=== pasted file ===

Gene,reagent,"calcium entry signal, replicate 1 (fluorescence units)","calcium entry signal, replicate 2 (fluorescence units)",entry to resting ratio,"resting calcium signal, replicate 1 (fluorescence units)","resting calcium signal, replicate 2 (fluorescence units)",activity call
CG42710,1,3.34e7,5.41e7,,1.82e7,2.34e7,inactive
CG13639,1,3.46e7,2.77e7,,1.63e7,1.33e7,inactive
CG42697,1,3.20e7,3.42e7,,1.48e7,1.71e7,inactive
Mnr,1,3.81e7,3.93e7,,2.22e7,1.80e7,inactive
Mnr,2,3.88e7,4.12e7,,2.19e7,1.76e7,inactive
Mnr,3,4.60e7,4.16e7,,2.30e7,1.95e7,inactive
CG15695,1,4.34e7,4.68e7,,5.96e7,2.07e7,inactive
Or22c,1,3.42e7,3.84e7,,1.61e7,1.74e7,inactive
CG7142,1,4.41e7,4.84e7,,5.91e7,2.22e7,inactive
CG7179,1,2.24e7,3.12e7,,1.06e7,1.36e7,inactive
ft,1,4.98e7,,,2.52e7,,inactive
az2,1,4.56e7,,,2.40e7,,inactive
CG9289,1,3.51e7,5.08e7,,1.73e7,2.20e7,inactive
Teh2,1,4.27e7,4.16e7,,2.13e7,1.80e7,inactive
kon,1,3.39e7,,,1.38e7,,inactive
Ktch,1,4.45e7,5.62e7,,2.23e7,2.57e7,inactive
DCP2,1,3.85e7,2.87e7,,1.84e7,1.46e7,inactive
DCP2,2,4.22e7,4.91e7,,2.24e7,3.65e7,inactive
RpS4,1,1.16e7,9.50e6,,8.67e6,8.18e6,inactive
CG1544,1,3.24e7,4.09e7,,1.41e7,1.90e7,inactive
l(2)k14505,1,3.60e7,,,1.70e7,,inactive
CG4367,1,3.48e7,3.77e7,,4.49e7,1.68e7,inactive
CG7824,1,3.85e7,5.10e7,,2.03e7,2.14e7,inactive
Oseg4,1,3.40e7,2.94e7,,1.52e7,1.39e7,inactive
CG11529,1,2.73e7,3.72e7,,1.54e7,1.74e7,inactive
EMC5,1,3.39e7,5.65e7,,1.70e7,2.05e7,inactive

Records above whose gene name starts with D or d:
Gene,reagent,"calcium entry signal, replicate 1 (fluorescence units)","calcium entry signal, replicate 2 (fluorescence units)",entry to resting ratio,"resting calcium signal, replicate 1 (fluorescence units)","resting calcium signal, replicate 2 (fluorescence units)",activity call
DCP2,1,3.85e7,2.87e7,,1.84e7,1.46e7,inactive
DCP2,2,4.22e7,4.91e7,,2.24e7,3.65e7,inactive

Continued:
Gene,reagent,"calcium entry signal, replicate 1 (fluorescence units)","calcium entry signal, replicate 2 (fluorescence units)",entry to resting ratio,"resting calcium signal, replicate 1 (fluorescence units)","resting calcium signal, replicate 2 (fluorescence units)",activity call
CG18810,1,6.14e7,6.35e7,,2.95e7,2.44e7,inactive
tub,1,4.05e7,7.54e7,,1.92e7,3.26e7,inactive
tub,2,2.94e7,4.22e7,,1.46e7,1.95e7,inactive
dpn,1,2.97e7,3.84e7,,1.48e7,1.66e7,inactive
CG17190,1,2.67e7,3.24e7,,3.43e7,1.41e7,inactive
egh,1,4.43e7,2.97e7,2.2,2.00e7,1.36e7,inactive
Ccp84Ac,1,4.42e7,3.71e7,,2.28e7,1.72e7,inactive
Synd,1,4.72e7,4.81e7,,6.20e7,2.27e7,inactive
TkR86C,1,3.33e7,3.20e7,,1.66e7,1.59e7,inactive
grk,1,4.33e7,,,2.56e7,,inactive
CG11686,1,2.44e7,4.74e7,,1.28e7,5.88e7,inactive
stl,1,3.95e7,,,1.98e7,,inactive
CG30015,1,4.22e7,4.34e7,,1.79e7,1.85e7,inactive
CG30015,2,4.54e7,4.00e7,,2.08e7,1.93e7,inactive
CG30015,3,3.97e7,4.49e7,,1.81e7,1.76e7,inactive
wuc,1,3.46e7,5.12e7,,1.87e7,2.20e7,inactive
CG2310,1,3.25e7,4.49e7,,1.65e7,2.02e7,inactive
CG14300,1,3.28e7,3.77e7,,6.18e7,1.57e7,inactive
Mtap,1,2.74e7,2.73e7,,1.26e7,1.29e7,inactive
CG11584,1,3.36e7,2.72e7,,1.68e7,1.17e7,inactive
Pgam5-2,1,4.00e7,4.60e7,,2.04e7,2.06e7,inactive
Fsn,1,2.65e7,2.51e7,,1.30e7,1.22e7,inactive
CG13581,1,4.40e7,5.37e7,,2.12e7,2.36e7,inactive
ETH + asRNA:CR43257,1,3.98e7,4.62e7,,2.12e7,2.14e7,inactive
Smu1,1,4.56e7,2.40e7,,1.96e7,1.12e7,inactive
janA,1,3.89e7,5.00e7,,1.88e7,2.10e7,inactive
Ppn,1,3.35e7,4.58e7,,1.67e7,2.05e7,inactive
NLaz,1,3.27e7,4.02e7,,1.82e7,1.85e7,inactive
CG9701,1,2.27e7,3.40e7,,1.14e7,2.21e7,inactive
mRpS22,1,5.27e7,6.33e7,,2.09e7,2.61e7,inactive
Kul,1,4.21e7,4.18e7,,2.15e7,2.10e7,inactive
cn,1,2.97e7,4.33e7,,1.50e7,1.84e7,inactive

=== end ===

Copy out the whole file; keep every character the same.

Gene,reagent,"calcium entry signal, replicate 1 (fluorescence units)","calcium entry signal, replicate 2 (fluorescence units)",entry to resting ratio,"resting calcium signal, replicate 1 (fluorescence units)","resting calcium signal, replicate 2 (fluorescence units)",activity call
CG42710,1,3.34e7,5.41e7,,1.82e7,2.34e7,inactive
CG13639,1,3.46e7,2.77e7,,1.63e7,1.33e7,inactive
CG42697,1,3.20e7,3.42e7,,1.48e7,1.71e7,inactive
Mnr,1,3.81e7,3.93e7,,2.22e7,1.80e7,inactive
Mnr,2,3.88e7,4.12e7,,2.19e7,1.76e7,inactive
Mnr,3,4.60e7,4.16e7,,2.30e7,1.95e7,inactive
CG15695,1,4.34e7,4.68e7,,5.96e7,2.07e7,inactive
Or22c,1,3.42e7,3.84e7,,1.61e7,1.74e7,inactive
CG7142,1,4.41e7,4.84e7,,5.91e7,2.22e7,inactive
CG7179,1,2.24e7,3.12e7,,1.06e7,1.36e7,inactive
ft,1,4.98e7,,,2.52e7,,inactive
az2,1,4.56e7,,,2.40e7,,inactive
CG9289,1,3.51e7,5.08e7,,1.73e7,2.20e7,inactive
Teh2,1,4.27e7,4.16e7,,2.13e7,1.80e7,inactive
kon,1,3.39e7,,,1.38e7,,inactive
Ktch,1,4.45e7,5.62e7,,2.23e7,2.57e7,inactive
DCP2,1,3.85e7,2.87e7,,1.84e7,1.46e7,inactive
DCP2,2,4.22e7,4.91e7,,2.24e7,3.65e7,inactive
RpS4,1,1.16e7,9.50e6,,8.67e6,8.18e6,inactive
CG1544,1,3.24e7,4.09e7,,1.41e7,1.90e7,inactive
l(2)k14505,1,3.60e7,,,1.70e7,,inactive
CG4367,1,3.48e7,3.77e7,,4.49e7,1.68e7,inactive
CG7824,1,3.85e7,5.10e7,,2.03e7,2.14e7,inactive
Oseg4,1,3.40e7,2.94e7,,1.52e7,1.39e7,inactive
CG11529,1,2.73e7,3.72e7,,1.54e7,1.74e7,inactive
EMC5,1,3.39e7,5.65e7,,1.70e7,2.05e7,inactive

Records above whose gene name starts with D or d:
Gene,reagent,"calcium entry signal, replicate 1 (fluorescence units)","calcium entry signal, replicate 2 (fluorescence units)",entry to resting ratio,"resting calcium signal, replicate 1 (fluorescence units)","resting calcium signal, replicate 2 (fluorescence units)",activity call
DCP2,1,3.85e7,2.87e7,,1.84e7,1.46e7,inactive
DCP2,2,4.22e7,4.91e7,,2.24e7,3.65e7,inactive

Continued:
Gene,reagent,"calcium entry signal, replicate 1 (fluorescence units)","calcium entry signal, replicate 2 (fluorescence units)",entry to resting ratio,"resting calcium signal, replicate 1 (fluorescence units)","resting calcium signal, replicate 2 (fluorescence units)",activity call
CG18810,1,6.14e7,6.35e7,,2.95e7,2.44e7,inactive
tub,1,4.05e7,7.54e7,,1.92e7,3.26e7,inactive
tub,2,2.94e7,4.22e7,,1.46e7,1.95e7,inactive
dpn,1,2.97e7,3.84e7,,1.48e7,1.66e7,inactive
CG17190,1,2.67e7,3.24e7,,3.43e7,1.41e7,inactive
egh,1,4.43e7,2.97e7,2.2,2.00e7,1.36e7,inactive
Ccp84Ac,1,4.42e7,3.71e7,,2.28e7,1.72e7,inactive
Synd,1,4.72e7,4.81e7,,6.20e7,2.27e7,inactive
TkR86C,1,3.33e7,3.20e7,,1.66e7,1.59e7,inactive
grk,1,4.33e7,,,2.56e7,,inactive
CG11686,1,2.44e7,4.74e7,,1.28e7,5.88e7,inactive
stl,1,3.95e7,,,1.98e7,,inactive
CG30015,1,4.22e7,4.34e7,,1.79e7,1.85e7,inactive
CG30015,2,4.54e7,4.00e7,,2.08e7,1.93e7,inactive
CG30015,3,3.97e7,4.49e7,,1.81e7,1.76e7,inactive
wuc,1,3.46e7,5.12e7,,1.87e7,2.20e7,inactive
CG2310,1,3.25e7,4.49e7,,1.65e7,2.02e7,inactive
CG14300,1,3.28e7,3.77e7,,6.18e7,1.57e7,inactive
Mtap,1,2.74e7,2.73e7,,1.26e7,1.29e7,inactive
CG11584,1,3.36e7,2.72e7,,1.68e7,1.17e7,inactive
Pgam5-2,1,4.00e7,4.60e7,,2.04e7,2.06e7,inactive
Fsn,1,2.65e7,2.51e7,,1.30e7,1.22e7,inactive
CG13581,1,4.40e7,5.37e7,,2.12e7,2.36e7,inactive
ETH + asRNA:CR43257,1,3.98e7,4.62e7,,2.12e7,2.14e7,inactive
Smu1,1,4.56e7,2.40e7,,1.96e7,1.12e7,inactive
janA,1,3.89e7,5.00e7,,1.88e7,2.10e7,inactive
Ppn,1,3.35e7,4.58e7,,1.67e7,2.05e7,inactive
NLaz,1,3.27e7,4.02e7,,1.82e7,1.85e7,inactive
CG9701,1,2.27e7,3.40e7,,1.14e7,2.21e7,inactive
mRpS22,1,5.27e7,6.33e7,,2.09e7,2.61e7,inactive
Kul,1,4.21e7,4.18e7,,2.15e7,2.10e7,inactive
cn,1,2.97e7,4.33e7,,1.50e7,1.84e7,inactive